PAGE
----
What is a tech support scam?
Tech support scams involve fraudsters tricking people into believing that there’s a technical issue on their device or that their account has been hacked.
These scammers pretend to be from trustworthy and well-known companies, like BT, Microsoft or Amazon. They may even pretend to be your bank. They’ll often have fake websites and helplines, so it can be very tricky to spot whether it’s genuine.
The aim for the scammer is to get control over your accounts, either by convincing you to log in to your account or to install software on your computer.
You might be familiar with scammers sending phishing emails or SMS, but they could also cold call you or trigger a pop up warning on your device. We’re going to show you how these kinds of scams could play out and what to do if you’re contacted.
Method 1: Cold calling
This is when a scammer phones you unexpectedly saying that you’ve got a technical issue, and they’re calling to help you fix it.
They’ll often play to your emotions and use fear tactics to get you to act quickly. For example, they may say that your account has been hacked, and that they can help you secure it.
The scammer might then ask to install software or ask for control of your device saying it’ll help fix the problem. But in fact, this could give the attacker access to your computer in order to carry out the fraud.
Even if the scammer asks you to access your online accounts yourself, they might be using this to gain access to your account.
What to do if you are cold called
Most software companies, utility companies and service providers don’t contact you by email or phone if there’s an issue, so it’s usually best to treat these calls as suspicious. The exception is your bank, who may call or email if they suspect that your account has been compromised.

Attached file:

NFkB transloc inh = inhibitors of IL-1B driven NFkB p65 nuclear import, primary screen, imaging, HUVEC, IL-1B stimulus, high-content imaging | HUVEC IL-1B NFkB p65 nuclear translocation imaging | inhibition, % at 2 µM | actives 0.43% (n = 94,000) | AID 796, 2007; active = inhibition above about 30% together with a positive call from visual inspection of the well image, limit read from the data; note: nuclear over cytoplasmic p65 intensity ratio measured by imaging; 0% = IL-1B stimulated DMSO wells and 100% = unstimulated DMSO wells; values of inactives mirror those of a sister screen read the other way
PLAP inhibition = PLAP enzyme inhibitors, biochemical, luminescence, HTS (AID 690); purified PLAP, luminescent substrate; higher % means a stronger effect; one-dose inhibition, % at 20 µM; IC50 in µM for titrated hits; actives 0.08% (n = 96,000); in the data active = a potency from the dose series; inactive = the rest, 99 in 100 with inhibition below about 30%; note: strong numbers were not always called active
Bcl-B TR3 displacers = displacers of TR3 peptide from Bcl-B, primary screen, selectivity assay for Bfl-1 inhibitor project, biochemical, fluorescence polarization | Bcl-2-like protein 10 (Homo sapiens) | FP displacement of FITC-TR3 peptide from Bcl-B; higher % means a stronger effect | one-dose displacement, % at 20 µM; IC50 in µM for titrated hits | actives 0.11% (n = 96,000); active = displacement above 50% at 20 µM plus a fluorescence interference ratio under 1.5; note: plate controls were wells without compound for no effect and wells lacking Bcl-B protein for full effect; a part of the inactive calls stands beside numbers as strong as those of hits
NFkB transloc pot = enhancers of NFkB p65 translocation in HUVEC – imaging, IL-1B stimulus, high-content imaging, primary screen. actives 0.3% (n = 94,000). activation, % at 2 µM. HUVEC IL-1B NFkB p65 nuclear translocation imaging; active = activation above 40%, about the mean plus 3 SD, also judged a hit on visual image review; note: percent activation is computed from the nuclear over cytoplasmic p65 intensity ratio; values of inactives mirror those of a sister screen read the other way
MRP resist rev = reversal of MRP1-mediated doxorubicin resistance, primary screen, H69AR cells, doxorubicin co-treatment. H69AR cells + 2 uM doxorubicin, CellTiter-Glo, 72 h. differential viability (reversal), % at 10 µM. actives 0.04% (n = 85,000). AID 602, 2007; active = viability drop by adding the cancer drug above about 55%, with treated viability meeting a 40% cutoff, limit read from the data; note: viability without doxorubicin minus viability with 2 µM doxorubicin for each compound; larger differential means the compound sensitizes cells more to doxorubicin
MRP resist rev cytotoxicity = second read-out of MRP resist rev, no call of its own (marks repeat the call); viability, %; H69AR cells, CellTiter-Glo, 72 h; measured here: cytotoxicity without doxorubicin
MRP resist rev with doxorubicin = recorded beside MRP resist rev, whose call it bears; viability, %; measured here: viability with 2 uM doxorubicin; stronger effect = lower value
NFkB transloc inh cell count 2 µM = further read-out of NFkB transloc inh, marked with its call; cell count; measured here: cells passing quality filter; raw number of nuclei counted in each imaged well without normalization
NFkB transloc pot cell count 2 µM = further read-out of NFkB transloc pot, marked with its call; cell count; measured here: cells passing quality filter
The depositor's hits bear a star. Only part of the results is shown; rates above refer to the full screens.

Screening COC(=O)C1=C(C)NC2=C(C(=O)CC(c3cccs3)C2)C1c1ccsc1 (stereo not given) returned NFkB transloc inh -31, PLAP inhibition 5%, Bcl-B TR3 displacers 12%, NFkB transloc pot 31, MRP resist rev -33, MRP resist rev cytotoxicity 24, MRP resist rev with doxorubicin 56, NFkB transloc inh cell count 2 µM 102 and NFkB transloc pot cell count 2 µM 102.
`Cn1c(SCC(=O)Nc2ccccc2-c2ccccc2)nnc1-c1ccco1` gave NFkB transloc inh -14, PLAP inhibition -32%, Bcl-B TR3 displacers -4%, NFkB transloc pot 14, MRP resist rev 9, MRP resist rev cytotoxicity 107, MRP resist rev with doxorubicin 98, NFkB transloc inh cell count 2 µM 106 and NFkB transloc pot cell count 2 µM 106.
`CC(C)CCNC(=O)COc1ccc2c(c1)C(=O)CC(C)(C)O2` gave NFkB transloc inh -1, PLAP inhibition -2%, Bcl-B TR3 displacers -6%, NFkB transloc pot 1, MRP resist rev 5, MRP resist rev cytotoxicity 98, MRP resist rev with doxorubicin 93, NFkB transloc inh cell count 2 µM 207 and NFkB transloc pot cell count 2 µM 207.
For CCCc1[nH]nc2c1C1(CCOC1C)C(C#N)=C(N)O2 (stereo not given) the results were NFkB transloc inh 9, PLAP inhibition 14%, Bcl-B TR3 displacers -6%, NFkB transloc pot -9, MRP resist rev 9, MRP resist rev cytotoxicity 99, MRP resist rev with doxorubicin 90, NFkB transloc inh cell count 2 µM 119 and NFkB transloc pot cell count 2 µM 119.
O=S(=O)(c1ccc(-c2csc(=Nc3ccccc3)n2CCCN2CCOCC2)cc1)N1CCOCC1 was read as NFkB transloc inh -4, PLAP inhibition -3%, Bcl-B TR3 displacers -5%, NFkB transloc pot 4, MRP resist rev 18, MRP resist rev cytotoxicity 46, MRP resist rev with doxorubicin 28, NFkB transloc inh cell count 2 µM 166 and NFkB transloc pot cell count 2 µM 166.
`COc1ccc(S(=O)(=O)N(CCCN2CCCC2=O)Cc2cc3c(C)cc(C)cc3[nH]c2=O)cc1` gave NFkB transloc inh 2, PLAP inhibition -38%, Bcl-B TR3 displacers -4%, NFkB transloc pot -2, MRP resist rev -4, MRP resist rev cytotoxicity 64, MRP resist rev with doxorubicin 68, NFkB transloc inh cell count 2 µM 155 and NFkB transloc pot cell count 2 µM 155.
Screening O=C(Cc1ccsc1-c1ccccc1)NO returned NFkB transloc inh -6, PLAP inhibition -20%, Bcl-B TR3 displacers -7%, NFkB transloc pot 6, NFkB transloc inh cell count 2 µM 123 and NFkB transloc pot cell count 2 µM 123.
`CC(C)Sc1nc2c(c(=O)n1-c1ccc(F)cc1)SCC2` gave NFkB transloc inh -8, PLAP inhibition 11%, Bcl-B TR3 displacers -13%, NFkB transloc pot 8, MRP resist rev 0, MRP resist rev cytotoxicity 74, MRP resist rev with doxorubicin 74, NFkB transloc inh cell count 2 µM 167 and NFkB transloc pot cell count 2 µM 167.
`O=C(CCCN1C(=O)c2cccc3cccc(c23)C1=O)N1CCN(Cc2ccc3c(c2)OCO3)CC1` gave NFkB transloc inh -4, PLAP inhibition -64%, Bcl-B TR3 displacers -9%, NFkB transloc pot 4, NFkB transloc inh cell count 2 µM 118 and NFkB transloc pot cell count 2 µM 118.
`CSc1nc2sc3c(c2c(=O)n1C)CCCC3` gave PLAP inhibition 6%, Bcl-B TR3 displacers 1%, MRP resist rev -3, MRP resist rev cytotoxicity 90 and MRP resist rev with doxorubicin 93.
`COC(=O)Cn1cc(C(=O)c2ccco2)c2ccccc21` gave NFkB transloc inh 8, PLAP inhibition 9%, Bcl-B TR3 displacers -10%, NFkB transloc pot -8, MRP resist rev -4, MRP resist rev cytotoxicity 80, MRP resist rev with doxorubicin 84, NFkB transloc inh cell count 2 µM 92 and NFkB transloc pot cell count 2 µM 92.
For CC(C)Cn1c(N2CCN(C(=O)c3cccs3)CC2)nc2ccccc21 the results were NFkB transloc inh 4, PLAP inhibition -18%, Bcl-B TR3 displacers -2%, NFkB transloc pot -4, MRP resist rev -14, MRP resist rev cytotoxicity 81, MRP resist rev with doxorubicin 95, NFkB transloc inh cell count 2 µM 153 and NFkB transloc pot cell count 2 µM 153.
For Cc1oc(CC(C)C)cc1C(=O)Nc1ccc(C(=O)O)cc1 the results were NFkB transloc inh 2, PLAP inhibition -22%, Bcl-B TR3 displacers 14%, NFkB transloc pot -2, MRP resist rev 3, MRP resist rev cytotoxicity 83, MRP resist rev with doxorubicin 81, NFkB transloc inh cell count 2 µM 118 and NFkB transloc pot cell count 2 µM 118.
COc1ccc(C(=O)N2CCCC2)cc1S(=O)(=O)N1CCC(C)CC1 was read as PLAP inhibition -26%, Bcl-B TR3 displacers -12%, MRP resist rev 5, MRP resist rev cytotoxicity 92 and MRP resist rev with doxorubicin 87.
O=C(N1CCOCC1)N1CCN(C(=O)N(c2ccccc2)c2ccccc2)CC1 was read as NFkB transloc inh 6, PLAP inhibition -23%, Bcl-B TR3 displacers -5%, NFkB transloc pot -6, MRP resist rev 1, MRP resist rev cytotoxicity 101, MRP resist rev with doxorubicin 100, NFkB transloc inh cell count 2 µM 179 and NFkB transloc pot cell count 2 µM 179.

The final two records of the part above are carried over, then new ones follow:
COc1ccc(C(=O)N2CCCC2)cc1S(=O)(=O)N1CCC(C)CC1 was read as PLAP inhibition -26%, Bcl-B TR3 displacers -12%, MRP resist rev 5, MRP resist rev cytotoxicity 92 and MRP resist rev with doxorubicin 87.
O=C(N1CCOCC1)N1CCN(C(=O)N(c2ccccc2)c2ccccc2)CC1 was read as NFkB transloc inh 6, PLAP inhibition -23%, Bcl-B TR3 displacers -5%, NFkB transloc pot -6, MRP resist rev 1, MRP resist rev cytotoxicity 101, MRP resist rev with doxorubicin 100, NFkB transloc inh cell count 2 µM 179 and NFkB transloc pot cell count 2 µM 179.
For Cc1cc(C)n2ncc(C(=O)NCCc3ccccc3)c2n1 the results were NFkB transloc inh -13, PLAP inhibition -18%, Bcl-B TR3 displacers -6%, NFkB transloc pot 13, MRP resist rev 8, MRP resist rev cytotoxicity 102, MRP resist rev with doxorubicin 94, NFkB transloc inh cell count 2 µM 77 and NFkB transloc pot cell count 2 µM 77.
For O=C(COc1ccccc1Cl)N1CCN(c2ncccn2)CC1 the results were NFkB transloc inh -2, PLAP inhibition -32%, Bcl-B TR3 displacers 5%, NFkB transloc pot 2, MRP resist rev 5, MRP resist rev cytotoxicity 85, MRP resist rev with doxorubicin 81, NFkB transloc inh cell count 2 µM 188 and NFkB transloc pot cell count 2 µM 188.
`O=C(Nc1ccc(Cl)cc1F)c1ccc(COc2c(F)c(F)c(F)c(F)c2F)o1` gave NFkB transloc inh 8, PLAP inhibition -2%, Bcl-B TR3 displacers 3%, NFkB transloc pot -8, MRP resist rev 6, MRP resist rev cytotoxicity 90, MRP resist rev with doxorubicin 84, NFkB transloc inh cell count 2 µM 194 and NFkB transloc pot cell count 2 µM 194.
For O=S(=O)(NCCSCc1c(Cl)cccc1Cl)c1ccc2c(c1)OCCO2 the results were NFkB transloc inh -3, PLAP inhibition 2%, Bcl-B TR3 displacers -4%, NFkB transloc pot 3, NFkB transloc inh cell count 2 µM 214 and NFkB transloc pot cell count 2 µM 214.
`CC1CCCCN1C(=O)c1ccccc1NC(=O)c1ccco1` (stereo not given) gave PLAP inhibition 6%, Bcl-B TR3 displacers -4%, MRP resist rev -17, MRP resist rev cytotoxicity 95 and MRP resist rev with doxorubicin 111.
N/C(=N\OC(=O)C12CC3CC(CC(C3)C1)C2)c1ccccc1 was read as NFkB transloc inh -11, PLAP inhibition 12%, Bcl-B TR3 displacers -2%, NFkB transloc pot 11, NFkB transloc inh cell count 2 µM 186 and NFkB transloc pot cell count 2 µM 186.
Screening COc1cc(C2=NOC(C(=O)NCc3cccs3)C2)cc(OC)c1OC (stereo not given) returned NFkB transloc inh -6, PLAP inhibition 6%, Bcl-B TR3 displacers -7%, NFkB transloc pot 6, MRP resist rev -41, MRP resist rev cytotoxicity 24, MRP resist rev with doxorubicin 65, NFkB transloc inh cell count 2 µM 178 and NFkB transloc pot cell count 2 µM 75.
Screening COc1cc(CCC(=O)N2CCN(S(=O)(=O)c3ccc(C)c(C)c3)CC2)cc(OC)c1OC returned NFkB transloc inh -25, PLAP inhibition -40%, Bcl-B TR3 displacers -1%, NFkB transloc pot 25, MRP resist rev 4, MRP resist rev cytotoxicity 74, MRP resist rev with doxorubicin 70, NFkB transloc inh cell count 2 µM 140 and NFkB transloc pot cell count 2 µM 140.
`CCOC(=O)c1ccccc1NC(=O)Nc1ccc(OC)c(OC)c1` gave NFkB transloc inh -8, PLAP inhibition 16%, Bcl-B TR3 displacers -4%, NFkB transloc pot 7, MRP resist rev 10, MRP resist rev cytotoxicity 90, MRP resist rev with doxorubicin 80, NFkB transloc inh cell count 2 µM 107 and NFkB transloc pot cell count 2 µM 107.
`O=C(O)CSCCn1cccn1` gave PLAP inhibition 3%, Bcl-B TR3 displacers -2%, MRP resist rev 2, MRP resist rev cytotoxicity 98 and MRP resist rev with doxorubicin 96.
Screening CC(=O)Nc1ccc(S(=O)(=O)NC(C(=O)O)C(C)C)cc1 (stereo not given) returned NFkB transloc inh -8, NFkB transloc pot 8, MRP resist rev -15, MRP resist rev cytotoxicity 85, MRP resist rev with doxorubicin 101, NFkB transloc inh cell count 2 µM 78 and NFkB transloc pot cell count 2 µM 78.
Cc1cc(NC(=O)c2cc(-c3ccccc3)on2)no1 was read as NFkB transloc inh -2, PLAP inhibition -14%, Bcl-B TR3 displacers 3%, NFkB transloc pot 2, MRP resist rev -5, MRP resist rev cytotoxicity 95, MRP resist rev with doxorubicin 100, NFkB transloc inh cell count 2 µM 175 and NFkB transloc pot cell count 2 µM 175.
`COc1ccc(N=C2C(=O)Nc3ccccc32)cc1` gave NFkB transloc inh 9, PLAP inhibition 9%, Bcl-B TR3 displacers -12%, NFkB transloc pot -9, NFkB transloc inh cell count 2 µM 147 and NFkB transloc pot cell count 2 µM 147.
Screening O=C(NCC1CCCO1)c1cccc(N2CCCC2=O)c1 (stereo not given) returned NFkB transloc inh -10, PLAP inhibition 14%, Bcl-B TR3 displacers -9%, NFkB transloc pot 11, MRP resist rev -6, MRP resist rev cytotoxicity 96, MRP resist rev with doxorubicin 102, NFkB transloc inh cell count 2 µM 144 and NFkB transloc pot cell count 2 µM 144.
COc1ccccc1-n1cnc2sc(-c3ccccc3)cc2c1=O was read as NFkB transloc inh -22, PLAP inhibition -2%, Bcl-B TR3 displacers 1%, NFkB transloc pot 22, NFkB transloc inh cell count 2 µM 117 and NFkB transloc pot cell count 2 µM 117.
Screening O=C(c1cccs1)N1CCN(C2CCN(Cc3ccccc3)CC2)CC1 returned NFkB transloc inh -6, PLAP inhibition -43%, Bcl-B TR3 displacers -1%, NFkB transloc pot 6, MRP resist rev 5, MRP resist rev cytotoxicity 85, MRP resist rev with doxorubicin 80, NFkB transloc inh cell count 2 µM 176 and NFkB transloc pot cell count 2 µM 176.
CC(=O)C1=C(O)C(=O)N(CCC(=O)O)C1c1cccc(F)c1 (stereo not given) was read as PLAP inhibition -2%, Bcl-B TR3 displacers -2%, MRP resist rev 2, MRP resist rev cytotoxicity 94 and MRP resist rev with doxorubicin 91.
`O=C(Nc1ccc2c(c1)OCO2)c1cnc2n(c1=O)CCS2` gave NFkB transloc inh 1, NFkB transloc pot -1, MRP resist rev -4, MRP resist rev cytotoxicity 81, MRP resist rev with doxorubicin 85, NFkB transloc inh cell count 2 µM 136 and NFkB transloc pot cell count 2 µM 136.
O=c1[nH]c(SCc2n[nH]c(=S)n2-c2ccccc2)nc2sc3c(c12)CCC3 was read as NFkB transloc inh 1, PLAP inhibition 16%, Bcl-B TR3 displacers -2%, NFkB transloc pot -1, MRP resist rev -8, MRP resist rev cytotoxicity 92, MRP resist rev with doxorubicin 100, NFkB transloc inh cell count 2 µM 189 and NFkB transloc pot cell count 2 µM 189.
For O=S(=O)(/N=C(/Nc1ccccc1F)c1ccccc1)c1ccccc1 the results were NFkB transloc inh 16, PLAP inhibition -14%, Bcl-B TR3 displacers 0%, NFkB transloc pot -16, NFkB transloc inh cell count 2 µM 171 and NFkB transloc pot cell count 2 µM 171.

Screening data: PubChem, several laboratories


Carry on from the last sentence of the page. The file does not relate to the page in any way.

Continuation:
In either case, if someone claiming to be a representative of a company calls you unexpectedly, it’s usually best to call the company directly using contact details from the official website to see if the call is genuine. If it’s not, then you can report it to the company, and to Action Fraud.
It’s not just withheld numbers that you need to watch out for: fraudsters can make any telephone number appear on your phone handset. That means they can appear to call from numbers of genuine organisations and use this to convince you that they are from that company.
Even if you recognise the number or you can find that number on the company’s website, do not assume the caller is genuine.
Method 2: Pop-up warnings
This is when a warning box appears on your device when you’re online. The pop-up may display a message stating that the computer is infected with malware or that you have another technical issue.
Scammers will often take advantage of paid advertising, meaning that pop ups could appear on legitimate websites and search engines. And they may look like they’re from a trustworthy company.
The pop-up is designed to panic you into believing that your computer is now infected. The aim is to trick you into purchasing fraudulent software or to allow the fraudster access to your information or bank accounts.
Fraudulent pop-ups may come in the forms of simple web pages that are designed to panic you into downloading software or to get you speaking to the “tech support” advisor so they can carry out fraud.
What to do if you get a pop-up
Don’t be alarmed into thinking that your computer or device is infected just because you’ve seen a pop-up telling you so.
If you’re worried your device might be infected, disconnect from the internet and run your own anti-virus software to check for infections. Remember to keep your anti-virus software up to date.
How to protect yourself against tech support scams
- Keep your security software updated. It’s important to keep your anti-virus software updated and know exactly what an alert from that company looks like.
- Don’t call the phone number on pop-ups. Genuine error messages never have contact details.
- Don’t accept calls from anyone who wants you to confirm banking details or who asks you to download software onto your device.
- Don’t download software unless it’s from an official and reputable tech support website or shop. Don’t give access to your computer through downloaded software. This could be a scam.
Remember: Genuine companies (including Triodos Bank) will never ask you for your log-in details, never ask you to download software and never ask to take control of your device.
What to do if you’ve been scammed
- Change your passwords to your computer, any financial companies you use, and to any other password-protected websites that you visit.
- Contact a reputable computer repair or service company to have your device scanned for malware.
- Contact your banks to report that there has been fraud performed on your account.
- Report to Action Fraud or Police Scotland depending on where you live.